Sometimes less is more!
This article will focus on giving advice and exercises to help you use cohesive devices correctly. In the IELTS exam, to reach a band 7 or above you need to be able to use a range of cohesive devices accurately. Linking words are a great way to join your ideas together and make your sentences and your paragraph much more coherent, but their use can cause several problems for candidates and bring their score down in this section. Below are some examples of how to (and how not to) use them and a task to help you practice.
What are they?
We use cohesive devices to link our writing; in sentences, paragraphs or parts of text. Used well, they make our writing coherent, used badly, they can have a negative impact on the reader, which in this case is the IELTS examiner – and this is not something you want to do!
Words like ‘furthermore, ‘moreover’, ‘as a result of’ and ‘additionally’ are all examples of cohesive devices and together with coherence, this cohesion provides 25% of the marks in task 1 and task 2 of the writing. Striking the right balance between correct use of the linking words, in terms of both grammar and meaning, and the amount you use, is something that you need to grasp if you want to achieve a higher band in IELTS. You need a range of linking words, but you don’t want to use them in the wrong way, to not use them at all, or to over use them.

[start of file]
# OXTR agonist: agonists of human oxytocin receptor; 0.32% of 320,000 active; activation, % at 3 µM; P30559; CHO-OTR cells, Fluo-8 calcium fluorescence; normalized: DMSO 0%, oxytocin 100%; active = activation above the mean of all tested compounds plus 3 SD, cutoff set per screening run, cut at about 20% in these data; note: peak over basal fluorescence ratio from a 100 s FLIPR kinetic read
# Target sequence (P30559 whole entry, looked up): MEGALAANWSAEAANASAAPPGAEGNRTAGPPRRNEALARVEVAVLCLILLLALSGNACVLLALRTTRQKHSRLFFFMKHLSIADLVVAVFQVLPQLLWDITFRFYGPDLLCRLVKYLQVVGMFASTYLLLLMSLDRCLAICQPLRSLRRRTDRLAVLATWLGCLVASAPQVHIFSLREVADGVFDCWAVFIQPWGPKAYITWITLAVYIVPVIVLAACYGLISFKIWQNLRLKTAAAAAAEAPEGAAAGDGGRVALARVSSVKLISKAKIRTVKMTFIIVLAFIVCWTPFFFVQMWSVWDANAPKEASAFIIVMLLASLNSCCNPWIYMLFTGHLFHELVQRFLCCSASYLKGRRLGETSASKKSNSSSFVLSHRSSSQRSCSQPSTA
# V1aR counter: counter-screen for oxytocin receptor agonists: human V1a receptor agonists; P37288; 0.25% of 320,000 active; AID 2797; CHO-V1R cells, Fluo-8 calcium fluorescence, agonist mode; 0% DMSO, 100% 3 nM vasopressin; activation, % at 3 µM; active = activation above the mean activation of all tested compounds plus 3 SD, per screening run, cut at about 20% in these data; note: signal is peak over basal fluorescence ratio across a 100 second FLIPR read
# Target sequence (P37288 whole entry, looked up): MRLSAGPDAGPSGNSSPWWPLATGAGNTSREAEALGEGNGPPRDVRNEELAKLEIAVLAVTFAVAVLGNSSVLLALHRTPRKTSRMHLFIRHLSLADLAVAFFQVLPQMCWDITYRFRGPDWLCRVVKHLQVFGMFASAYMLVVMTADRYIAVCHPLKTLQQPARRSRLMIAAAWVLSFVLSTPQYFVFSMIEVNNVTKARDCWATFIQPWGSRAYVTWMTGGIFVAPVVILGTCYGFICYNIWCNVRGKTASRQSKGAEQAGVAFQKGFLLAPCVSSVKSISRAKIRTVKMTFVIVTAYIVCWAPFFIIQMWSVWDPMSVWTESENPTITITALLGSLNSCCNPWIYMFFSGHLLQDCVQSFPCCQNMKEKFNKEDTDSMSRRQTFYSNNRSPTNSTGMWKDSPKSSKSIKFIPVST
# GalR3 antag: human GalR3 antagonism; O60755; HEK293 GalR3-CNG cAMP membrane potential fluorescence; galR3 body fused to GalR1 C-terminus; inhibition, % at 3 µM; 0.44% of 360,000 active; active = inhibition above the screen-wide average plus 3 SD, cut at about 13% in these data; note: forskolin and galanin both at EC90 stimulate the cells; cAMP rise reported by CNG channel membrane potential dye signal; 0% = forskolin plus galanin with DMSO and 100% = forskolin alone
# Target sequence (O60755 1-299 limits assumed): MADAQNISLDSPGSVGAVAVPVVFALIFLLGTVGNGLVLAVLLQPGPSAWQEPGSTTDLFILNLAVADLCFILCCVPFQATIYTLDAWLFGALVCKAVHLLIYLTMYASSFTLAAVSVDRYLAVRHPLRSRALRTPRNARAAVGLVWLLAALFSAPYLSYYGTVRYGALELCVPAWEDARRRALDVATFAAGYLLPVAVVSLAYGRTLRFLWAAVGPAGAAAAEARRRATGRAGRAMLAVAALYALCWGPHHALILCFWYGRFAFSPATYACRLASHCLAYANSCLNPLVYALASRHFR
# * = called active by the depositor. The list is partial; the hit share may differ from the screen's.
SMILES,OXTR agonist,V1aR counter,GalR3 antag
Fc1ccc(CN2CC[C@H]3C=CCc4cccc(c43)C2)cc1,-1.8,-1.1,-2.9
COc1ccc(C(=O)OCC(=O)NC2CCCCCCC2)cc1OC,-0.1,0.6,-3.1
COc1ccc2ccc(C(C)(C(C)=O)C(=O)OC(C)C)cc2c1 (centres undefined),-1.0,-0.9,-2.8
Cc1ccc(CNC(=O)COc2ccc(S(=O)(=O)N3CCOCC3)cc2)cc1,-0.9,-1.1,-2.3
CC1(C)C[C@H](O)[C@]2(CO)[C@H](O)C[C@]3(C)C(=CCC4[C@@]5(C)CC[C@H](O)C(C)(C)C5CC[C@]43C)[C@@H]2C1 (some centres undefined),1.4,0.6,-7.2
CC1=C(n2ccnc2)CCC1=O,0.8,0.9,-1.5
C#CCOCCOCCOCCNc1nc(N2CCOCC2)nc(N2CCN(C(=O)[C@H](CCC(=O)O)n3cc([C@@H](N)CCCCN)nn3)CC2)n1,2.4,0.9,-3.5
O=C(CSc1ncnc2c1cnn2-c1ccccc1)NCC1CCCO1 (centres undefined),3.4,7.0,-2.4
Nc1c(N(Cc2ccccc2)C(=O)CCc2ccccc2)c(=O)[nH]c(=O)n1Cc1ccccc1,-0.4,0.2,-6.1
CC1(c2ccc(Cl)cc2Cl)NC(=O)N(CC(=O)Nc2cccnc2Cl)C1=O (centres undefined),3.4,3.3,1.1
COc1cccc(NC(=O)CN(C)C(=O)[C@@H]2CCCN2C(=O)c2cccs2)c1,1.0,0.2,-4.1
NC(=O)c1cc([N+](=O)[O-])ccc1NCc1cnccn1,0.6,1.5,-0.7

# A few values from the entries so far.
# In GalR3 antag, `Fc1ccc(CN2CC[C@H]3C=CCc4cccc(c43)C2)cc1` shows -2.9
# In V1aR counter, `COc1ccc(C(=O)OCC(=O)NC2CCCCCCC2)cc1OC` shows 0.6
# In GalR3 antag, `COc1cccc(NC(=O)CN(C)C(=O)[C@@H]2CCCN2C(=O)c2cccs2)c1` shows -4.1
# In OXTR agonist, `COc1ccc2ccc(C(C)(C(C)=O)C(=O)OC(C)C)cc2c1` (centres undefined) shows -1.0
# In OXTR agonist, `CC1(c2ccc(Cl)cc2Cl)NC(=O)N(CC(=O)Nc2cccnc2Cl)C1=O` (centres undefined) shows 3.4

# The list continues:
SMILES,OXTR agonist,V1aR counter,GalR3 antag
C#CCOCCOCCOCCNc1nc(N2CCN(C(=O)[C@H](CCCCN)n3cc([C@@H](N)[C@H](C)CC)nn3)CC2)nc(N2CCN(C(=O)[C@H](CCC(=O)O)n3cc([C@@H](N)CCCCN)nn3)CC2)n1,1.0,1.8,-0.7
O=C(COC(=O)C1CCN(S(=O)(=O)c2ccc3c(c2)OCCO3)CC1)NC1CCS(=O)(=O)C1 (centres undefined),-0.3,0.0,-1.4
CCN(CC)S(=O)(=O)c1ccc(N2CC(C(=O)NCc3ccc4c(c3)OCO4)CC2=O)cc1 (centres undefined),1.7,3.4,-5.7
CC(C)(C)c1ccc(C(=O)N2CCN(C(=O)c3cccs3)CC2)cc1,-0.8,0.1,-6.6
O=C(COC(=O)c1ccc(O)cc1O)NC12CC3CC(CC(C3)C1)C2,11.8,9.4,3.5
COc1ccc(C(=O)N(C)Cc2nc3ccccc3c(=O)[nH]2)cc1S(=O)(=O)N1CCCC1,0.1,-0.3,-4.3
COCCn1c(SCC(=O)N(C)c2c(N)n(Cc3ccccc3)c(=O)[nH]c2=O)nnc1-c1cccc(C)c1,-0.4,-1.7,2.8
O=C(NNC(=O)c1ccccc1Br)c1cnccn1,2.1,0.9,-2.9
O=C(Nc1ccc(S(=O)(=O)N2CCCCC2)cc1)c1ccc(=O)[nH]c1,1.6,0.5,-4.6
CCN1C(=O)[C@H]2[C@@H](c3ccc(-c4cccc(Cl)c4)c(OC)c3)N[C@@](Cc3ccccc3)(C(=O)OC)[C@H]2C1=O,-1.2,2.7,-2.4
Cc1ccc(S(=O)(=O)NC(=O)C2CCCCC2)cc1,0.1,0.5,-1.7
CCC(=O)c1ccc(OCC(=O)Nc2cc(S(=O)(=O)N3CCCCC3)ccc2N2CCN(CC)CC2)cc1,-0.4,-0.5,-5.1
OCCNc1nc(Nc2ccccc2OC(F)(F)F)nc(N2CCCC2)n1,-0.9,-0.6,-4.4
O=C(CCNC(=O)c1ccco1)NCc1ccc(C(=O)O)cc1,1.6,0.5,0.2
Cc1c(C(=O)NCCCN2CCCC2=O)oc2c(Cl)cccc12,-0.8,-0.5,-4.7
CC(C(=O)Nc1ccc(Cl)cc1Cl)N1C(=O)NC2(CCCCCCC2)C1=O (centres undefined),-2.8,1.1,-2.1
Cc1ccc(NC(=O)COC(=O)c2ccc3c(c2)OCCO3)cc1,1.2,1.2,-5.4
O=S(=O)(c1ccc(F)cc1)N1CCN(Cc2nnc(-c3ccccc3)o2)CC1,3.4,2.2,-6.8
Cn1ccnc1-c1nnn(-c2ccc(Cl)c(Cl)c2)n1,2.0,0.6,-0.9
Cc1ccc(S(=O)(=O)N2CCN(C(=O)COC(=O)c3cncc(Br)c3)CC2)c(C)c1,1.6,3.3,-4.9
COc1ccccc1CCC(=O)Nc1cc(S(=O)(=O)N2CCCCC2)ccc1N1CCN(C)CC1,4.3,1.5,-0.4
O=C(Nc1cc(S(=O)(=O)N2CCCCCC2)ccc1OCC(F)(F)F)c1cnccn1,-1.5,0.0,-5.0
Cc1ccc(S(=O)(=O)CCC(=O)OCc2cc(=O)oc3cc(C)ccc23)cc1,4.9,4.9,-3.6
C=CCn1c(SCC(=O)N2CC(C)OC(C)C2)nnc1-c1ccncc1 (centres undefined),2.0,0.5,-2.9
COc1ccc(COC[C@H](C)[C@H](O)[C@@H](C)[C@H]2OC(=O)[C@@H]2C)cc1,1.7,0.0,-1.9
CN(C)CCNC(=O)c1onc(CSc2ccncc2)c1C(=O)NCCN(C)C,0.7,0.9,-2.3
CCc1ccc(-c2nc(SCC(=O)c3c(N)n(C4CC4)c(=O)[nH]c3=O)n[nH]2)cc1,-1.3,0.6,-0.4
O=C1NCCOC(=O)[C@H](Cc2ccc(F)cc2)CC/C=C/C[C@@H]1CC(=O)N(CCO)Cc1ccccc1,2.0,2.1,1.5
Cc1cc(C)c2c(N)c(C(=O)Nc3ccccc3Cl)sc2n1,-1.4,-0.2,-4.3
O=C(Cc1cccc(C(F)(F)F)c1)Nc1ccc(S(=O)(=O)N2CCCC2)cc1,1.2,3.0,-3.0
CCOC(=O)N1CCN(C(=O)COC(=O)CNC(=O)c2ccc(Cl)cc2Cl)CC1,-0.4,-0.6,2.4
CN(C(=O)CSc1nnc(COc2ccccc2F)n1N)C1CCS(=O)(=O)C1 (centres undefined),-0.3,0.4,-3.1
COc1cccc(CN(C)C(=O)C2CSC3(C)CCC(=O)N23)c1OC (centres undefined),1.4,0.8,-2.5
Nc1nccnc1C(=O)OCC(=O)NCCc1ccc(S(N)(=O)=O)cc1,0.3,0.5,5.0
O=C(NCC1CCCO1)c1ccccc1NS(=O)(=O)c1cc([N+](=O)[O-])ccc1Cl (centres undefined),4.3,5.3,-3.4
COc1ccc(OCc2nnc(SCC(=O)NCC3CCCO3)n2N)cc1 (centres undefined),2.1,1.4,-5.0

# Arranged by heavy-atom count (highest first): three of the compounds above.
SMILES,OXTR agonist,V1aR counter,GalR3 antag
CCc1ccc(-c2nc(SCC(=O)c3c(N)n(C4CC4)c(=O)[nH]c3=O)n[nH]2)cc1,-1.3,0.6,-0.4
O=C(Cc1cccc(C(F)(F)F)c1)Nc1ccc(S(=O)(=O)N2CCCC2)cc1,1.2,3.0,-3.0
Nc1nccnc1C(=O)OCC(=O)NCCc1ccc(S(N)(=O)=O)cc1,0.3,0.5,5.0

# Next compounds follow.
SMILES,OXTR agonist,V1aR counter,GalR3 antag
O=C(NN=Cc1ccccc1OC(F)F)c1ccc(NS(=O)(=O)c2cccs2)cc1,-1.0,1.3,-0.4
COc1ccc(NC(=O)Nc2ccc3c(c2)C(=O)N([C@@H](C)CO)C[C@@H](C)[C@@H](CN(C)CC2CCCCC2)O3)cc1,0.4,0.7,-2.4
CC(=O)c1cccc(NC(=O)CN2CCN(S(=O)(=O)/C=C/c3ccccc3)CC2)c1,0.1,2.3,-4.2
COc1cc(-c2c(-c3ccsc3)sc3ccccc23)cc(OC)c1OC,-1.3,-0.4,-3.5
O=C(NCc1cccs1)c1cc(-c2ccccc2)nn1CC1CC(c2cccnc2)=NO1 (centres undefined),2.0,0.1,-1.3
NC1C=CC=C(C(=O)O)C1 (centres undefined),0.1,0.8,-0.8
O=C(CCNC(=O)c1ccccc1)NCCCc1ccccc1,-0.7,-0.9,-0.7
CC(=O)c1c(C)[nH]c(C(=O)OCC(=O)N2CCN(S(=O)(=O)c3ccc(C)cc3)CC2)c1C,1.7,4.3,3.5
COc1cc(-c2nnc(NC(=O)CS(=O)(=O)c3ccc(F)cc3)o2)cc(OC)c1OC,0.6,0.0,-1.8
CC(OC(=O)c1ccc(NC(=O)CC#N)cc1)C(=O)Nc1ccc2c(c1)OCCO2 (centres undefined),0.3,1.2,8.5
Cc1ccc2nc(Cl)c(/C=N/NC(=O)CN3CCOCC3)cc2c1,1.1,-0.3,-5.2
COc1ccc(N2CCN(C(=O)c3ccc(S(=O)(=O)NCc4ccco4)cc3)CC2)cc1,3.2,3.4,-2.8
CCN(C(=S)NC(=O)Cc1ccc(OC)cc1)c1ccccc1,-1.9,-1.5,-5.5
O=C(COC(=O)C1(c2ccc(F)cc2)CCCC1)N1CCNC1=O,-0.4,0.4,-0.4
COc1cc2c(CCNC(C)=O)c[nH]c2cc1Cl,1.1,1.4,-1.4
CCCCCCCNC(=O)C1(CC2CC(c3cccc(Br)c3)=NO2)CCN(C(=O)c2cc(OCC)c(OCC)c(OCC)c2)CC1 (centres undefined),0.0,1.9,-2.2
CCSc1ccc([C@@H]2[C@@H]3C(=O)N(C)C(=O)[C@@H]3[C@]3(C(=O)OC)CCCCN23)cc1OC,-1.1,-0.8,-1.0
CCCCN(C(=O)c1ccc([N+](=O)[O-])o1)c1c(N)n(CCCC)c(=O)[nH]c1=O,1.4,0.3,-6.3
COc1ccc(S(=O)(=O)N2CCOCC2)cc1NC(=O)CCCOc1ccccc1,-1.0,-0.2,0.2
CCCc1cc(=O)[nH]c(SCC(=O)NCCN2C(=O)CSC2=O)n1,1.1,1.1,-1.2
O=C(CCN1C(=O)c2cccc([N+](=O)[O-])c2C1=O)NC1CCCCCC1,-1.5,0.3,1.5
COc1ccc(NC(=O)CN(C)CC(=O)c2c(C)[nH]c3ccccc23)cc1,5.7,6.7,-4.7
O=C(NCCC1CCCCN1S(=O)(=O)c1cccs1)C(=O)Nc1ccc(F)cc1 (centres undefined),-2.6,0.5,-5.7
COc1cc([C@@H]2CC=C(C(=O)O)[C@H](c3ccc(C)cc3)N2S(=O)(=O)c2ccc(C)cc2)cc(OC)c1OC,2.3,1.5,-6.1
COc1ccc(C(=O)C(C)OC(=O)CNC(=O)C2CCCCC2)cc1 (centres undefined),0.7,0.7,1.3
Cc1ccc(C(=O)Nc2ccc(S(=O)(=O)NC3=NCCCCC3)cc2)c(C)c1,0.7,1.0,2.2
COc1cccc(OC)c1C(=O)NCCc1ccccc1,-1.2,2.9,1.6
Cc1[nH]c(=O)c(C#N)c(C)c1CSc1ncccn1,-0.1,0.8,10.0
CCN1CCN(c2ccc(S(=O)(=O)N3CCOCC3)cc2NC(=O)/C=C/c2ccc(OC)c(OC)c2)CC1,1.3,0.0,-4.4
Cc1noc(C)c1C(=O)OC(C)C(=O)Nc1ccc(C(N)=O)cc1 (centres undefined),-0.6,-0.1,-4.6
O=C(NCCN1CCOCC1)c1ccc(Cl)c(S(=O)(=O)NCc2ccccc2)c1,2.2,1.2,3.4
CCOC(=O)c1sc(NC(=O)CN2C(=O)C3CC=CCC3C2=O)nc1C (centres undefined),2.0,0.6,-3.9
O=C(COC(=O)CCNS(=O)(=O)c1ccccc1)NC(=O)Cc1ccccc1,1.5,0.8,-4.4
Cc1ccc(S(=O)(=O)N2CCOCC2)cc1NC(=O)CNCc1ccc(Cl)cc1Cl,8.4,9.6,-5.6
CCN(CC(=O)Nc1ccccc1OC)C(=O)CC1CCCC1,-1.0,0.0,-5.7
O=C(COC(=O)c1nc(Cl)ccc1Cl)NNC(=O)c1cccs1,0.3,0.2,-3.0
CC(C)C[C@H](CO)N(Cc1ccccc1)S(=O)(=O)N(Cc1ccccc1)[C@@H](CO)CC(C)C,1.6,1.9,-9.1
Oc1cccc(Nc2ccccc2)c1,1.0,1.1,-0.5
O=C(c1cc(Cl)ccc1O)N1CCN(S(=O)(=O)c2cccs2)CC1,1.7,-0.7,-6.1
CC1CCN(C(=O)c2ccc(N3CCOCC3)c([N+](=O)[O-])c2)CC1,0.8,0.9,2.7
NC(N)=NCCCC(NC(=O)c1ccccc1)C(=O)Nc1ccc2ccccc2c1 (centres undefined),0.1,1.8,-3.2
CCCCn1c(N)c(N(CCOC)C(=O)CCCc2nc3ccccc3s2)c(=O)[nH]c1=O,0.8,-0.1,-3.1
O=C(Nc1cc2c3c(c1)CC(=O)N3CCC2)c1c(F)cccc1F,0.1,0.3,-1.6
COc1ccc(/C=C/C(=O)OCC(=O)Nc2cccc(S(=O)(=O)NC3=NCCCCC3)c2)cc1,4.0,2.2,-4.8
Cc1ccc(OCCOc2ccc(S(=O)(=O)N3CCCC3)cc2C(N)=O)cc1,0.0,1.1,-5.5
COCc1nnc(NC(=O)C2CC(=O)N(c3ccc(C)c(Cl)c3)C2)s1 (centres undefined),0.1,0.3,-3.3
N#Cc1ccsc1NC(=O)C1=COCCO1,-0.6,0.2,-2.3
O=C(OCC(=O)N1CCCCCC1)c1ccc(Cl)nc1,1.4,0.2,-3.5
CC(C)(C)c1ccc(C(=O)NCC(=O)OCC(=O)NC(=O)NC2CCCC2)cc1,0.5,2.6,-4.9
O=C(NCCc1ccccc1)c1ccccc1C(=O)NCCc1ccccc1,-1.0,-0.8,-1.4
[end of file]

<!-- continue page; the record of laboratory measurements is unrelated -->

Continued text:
These words can be used to do many things: explain the sequence of something, the result or consequence of something, provide evidence to support your statement, show an opposing opinion – all very useful things you want to do in a good paragraph and essay. The key is use the in the right way and in a way that doesn’t attract to much attention. Confused? Well, let’s look at how the incorrect use of linking words can impact on your writing and what you can do about it.
The first problem students have in this area is that they learn a wide range of cohesive devices and don’t learn the exact meaning of how to use them in sentences. Incorrect use of these words can make your answer difficult to understand, which will mean that your score will come down. Often students will confuse the meaning of the linking word and use it incorrectly.
You really don’t need to learn a lot of cohesive devices, you need only learn a few and be able to use them well. You only give one conclusion, so learn one phrase. Even in a cause and effect essay, you will only be covering a few ideas, so you only need a few phrases to show the consequences of something. Just make sure you can use them in the correct context and with the correct punctuation.
Remember that sometimes, less is more!
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